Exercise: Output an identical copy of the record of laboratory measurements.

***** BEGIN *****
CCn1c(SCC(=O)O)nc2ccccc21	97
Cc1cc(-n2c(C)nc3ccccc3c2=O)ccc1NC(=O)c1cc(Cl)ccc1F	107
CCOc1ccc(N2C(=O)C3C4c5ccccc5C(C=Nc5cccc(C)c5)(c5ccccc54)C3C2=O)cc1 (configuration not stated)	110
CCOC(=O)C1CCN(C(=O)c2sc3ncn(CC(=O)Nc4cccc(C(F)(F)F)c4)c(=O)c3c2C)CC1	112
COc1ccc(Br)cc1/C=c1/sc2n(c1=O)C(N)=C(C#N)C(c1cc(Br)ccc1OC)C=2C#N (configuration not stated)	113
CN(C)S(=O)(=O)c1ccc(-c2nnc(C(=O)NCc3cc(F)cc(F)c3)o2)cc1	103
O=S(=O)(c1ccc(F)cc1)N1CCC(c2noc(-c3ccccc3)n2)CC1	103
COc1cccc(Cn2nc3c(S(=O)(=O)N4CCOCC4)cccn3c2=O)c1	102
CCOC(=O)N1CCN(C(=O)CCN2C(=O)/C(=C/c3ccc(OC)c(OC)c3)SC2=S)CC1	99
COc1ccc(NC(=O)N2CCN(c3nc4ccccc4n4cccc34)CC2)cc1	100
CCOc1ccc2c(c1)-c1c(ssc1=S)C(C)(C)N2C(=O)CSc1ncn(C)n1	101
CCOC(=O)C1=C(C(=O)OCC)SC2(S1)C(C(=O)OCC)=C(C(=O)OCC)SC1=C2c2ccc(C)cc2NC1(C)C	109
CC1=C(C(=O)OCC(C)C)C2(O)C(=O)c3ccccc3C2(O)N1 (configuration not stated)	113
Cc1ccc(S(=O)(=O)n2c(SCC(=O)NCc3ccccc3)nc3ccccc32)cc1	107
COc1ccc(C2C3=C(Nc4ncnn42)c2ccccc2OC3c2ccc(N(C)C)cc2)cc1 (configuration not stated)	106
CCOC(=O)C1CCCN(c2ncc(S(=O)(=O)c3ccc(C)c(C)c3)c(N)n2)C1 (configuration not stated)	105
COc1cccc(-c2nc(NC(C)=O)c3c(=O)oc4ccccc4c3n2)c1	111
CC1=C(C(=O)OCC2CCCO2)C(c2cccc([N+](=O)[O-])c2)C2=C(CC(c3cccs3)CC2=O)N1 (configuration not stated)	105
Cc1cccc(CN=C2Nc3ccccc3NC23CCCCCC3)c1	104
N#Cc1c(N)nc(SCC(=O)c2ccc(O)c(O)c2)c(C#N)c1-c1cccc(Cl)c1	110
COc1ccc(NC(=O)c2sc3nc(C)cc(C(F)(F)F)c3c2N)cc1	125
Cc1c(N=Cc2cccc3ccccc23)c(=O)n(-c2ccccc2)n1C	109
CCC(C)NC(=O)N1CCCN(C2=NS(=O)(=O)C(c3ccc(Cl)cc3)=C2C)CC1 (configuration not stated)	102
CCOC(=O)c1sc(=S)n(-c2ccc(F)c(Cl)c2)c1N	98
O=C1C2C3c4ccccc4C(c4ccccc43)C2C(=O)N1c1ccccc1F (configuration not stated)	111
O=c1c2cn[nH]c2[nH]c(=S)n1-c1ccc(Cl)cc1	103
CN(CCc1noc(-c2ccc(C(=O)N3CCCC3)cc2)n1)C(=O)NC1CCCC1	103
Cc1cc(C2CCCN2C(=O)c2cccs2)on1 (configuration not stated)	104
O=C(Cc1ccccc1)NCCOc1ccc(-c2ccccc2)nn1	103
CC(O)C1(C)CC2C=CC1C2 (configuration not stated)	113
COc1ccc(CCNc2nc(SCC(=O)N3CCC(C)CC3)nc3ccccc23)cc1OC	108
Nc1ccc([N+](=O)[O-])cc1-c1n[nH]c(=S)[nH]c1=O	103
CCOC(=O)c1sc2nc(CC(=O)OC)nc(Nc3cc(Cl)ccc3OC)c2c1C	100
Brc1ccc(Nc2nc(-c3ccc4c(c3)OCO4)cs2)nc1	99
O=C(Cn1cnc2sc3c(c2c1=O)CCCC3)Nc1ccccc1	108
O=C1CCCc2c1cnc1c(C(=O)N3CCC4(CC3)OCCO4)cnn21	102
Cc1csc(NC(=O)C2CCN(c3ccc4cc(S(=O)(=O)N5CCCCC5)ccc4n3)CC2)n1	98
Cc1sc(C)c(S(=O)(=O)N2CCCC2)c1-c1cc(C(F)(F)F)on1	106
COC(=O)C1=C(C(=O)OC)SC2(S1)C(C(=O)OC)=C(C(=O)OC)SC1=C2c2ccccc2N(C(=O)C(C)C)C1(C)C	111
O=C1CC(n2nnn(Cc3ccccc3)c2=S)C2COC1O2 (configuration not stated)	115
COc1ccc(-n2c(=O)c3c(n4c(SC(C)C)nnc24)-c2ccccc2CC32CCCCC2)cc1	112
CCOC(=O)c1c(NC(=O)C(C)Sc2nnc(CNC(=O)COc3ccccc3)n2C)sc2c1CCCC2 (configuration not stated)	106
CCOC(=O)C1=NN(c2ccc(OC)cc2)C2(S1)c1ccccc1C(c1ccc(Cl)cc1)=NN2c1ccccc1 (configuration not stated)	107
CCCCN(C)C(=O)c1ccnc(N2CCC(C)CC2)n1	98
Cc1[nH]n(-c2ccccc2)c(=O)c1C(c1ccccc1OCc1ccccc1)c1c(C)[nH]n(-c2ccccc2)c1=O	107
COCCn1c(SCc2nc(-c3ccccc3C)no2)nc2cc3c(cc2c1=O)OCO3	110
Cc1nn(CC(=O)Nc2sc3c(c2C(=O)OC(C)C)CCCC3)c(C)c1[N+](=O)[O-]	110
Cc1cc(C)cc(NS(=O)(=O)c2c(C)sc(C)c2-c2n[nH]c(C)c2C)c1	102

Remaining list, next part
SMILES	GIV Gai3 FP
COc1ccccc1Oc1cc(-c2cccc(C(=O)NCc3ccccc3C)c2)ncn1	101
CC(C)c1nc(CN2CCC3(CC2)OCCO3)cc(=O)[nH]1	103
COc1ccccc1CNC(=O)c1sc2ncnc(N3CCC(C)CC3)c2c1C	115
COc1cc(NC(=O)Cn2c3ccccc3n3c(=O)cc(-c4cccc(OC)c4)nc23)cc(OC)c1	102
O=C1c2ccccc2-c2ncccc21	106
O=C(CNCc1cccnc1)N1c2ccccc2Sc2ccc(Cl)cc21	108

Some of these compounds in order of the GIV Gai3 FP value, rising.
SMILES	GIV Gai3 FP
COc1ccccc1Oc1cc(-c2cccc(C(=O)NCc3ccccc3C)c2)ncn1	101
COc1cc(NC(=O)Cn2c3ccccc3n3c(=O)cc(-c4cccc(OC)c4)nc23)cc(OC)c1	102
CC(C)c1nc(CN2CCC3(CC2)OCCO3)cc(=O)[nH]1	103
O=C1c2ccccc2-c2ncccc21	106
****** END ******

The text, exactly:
CCn1c(SCC(=O)O)nc2ccccc21	97
Cc1cc(-n2c(C)nc3ccccc3c2=O)ccc1NC(=O)c1cc(Cl)ccc1F	107
CCOc1ccc(N2C(=O)C3C4c5ccccc5C(C=Nc5cccc(C)c5)(c5ccccc54)C3C2=O)cc1 (configuration not stated)	110
CCOC(=O)C1CCN(C(=O)c2sc3ncn(CC(=O)Nc4cccc(C(F)(F)F)c4)c(=O)c3c2C)CC1	112
COc1ccc(Br)cc1/C=c1/sc2n(c1=O)C(N)=C(C#N)C(c1cc(Br)ccc1OC)C=2C#N (configuration not stated)	113
CN(C)S(=O)(=O)c1ccc(-c2nnc(C(=O)NCc3cc(F)cc(F)c3)o2)cc1	103
O=S(=O)(c1ccc(F)cc1)N1CCC(c2noc(-c3ccccc3)n2)CC1	103
COc1cccc(Cn2nc3c(S(=O)(=O)N4CCOCC4)cccn3c2=O)c1	102
CCOC(=O)N1CCN(C(=O)CCN2C(=O)/C(=C/c3ccc(OC)c(OC)c3)SC2=S)CC1	99
COc1ccc(NC(=O)N2CCN(c3nc4ccccc4n4cccc34)CC2)cc1	100
CCOc1ccc2c(c1)-c1c(ssc1=S)C(C)(C)N2C(=O)CSc1ncn(C)n1	101
CCOC(=O)C1=C(C(=O)OCC)SC2(S1)C(C(=O)OCC)=C(C(=O)OCC)SC1=C2c2ccc(C)cc2NC1(C)C	109
CC1=C(C(=O)OCC(C)C)C2(O)C(=O)c3ccccc3C2(O)N1 (configuration not stated)	113
Cc1ccc(S(=O)(=O)n2c(SCC(=O)NCc3ccccc3)nc3ccccc32)cc1	107
COc1ccc(C2C3=C(Nc4ncnn42)c2ccccc2OC3c2ccc(N(C)C)cc2)cc1 (configuration not stated)	106
CCOC(=O)C1CCCN(c2ncc(S(=O)(=O)c3ccc(C)c(C)c3)c(N)n2)C1 (configuration not stated)	105
COc1cccc(-c2nc(NC(C)=O)c3c(=O)oc4ccccc4c3n2)c1	111
CC1=C(C(=O)OCC2CCCO2)C(c2cccc([N+](=O)[O-])c2)C2=C(CC(c3cccs3)CC2=O)N1 (configuration not stated)	105
Cc1cccc(CN=C2Nc3ccccc3NC23CCCCCC3)c1	104
N#Cc1c(N)nc(SCC(=O)c2ccc(O)c(O)c2)c(C#N)c1-c1cccc(Cl)c1	110
COc1ccc(NC(=O)c2sc3nc(C)cc(C(F)(F)F)c3c2N)cc1	125
Cc1c(N=Cc2cccc3ccccc23)c(=O)n(-c2ccccc2)n1C	109
CCC(C)NC(=O)N1CCCN(C2=NS(=O)(=O)C(c3ccc(Cl)cc3)=C2C)CC1 (configuration not stated)	102
CCOC(=O)c1sc(=S)n(-c2ccc(F)c(Cl)c2)c1N	98
O=C1C2C3c4ccccc4C(c4ccccc43)C2C(=O)N1c1ccccc1F (configuration not stated)	111
O=c1c2cn[nH]c2[nH]c(=S)n1-c1ccc(Cl)cc1	103
CN(CCc1noc(-c2ccc(C(=O)N3CCCC3)cc2)n1)C(=O)NC1CCCC1	103
Cc1cc(C2CCCN2C(=O)c2cccs2)on1 (configuration not stated)	104
O=C(Cc1ccccc1)NCCOc1ccc(-c2ccccc2)nn1	103
CC(O)C1(C)CC2C=CC1C2 (configuration not stated)	113
COc1ccc(CCNc2nc(SCC(=O)N3CCC(C)CC3)nc3ccccc23)cc1OC	108
Nc1ccc([N+](=O)[O-])cc1-c1n[nH]c(=S)[nH]c1=O	103
CCOC(=O)c1sc2nc(CC(=O)OC)nc(Nc3cc(Cl)ccc3OC)c2c1C	100
Brc1ccc(Nc2nc(-c3ccc4c(c3)OCO4)cs2)nc1	99
O=C(Cn1cnc2sc3c(c2c1=O)CCCC3)Nc1ccccc1	108
O=C1CCCc2c1cnc1c(C(=O)N3CCC4(CC3)OCCO4)cnn21	102
Cc1csc(NC(=O)C2CCN(c3ccc4cc(S(=O)(=O)N5CCCCC5)ccc4n3)CC2)n1	98
Cc1sc(C)c(S(=O)(=O)N2CCCC2)c1-c1cc(C(F)(F)F)on1	106
COC(=O)C1=C(C(=O)OC)SC2(S1)C(C(=O)OC)=C(C(=O)OC)SC1=C2c2ccccc2N(C(=O)C(C)C)C1(C)C	111
O=C1CC(n2nnn(Cc3ccccc3)c2=S)C2COC1O2 (configuration not stated)	115
COc1ccc(-n2c(=O)c3c(n4c(SC(C)C)nnc24)-c2ccccc2CC32CCCCC2)cc1	112
CCOC(=O)c1c(NC(=O)C(C)Sc2nnc(CNC(=O)COc3ccccc3)n2C)sc2c1CCCC2 (configuration not stated)	106
CCOC(=O)C1=NN(c2ccc(OC)cc2)C2(S1)c1ccccc1C(c1ccc(Cl)cc1)=NN2c1ccccc1 (configuration not stated)	107
CCCCN(C)C(=O)c1ccnc(N2CCC(C)CC2)n1	98
Cc1[nH]n(-c2ccccc2)c(=O)c1C(c1ccccc1OCc1ccccc1)c1c(C)[nH]n(-c2ccccc2)c1=O	107
COCCn1c(SCc2nc(-c3ccccc3C)no2)nc2cc3c(cc2c1=O)OCO3	110
Cc1nn(CC(=O)Nc2sc3c(c2C(=O)OC(C)C)CCCC3)c(C)c1[N+](=O)[O-]	110
Cc1cc(C)cc(NS(=O)(=O)c2c(C)sc(C)c2-c2n[nH]c(C)c2C)c1	102

Remaining list, next part
SMILES	GIV Gai3 FP
COc1ccccc1Oc1cc(-c2cccc(C(=O)NCc3ccccc3C)c2)ncn1	101
CC(C)c1nc(CN2CCC3(CC2)OCCO3)cc(=O)[nH]1	103
COc1ccccc1CNC(=O)c1sc2ncnc(N3CCC(C)CC3)c2c1C	115
COc1cc(NC(=O)Cn2c3ccccc3n3c(=O)cc(-c4cccc(OC)c4)nc23)cc(OC)c1	102
O=C1c2ccccc2-c2ncccc21	106
O=C(CNCc1cccnc1)N1c2ccccc2Sc2ccc(Cl)cc21	108

Some of these compounds in order of the GIV Gai3 FP value, rising.
SMILES	GIV Gai3 FP
COc1ccccc1Oc1cc(-c2cccc(C(=O)NCc3ccccc3C)c2)ncn1	101
COc1cc(NC(=O)Cn2c3ccccc3n3c(=O)cc(-c4cccc(OC)c4)nc23)cc(OC)c1	102
CC(C)c1nc(CN2CCC3(CC2)OCCO3)cc(=O)[nH]1	103
O=C1c2ccccc2-c2ncccc21	106